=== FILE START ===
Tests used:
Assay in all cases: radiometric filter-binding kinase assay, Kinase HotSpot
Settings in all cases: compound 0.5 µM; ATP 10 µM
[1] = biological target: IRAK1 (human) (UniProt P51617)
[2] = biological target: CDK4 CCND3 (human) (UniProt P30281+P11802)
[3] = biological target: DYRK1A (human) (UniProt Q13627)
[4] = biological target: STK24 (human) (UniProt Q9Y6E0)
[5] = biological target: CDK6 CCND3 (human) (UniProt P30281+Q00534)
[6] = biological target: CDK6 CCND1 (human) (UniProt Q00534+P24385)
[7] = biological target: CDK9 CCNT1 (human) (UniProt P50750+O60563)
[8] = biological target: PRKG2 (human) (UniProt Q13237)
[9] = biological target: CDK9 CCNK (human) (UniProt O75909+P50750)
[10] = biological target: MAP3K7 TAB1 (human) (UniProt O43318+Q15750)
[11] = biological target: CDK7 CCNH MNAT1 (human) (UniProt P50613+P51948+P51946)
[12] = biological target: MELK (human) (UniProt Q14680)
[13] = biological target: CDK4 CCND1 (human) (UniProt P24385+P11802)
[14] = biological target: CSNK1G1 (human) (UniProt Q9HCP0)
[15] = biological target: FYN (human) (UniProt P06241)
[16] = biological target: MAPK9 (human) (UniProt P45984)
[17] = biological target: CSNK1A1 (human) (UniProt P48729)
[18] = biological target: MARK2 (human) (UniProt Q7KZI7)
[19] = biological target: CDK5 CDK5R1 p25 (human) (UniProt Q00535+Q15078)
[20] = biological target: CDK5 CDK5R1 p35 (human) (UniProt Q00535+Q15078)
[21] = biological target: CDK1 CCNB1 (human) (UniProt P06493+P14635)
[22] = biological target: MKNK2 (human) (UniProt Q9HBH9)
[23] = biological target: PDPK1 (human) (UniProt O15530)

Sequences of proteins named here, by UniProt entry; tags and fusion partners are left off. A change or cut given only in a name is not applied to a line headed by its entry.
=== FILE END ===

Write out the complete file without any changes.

Tests used:
Assay in all cases: radiometric filter-binding kinase assay, Kinase HotSpot
Settings in all cases: compound 0.5 µM; ATP 10 µM
[1] = biological target: IRAK1 (human) (UniProt P51617)
[2] = biological target: CDK4 CCND3 (human) (UniProt P30281+P11802)
[3] = biological target: DYRK1A (human) (UniProt Q13627)
[4] = biological target: STK24 (human) (UniProt Q9Y6E0)
[5] = biological target: CDK6 CCND3 (human) (UniProt P30281+Q00534)
[6] = biological target: CDK6 CCND1 (human) (UniProt Q00534+P24385)
[7] = biological target: CDK9 CCNT1 (human) (UniProt P50750+O60563)
[8] = biological target: PRKG2 (human) (UniProt Q13237)
[9] = biological target: CDK9 CCNK (human) (UniProt O75909+P50750)
[10] = biological target: MAP3K7 TAB1 (human) (UniProt O43318+Q15750)
[11] = biological target: CDK7 CCNH MNAT1 (human) (UniProt P50613+P51948+P51946)
[12] = biological target: MELK (human) (UniProt Q14680)
[13] = biological target: CDK4 CCND1 (human) (UniProt P24385+P11802)
[14] = biological target: CSNK1G1 (human) (UniProt Q9HCP0)
[15] = biological target: FYN (human) (UniProt P06241)
[16] = biological target: MAPK9 (human) (UniProt P45984)
[17] = biological target: CSNK1A1 (human) (UniProt P48729)
[18] = biological target: MARK2 (human) (UniProt Q7KZI7)
[19] = biological target: CDK5 CDK5R1 p25 (human) (UniProt Q00535+Q15078)
[20] = biological target: CDK5 CDK5R1 p35 (human) (UniProt Q00535+Q15078)
[21] = biological target: CDK1 CCNB1 (human) (UniProt P06493+P14635)
[22] = biological target: MKNK2 (human) (UniProt Q9HBH9)
[23] = biological target: PDPK1 (human) (UniProt O15530)

Sequences of proteins named here, by UniProt entry; tags and fusion partners are left off. A change or cut given only in a name is not applied to a line headed by its entry.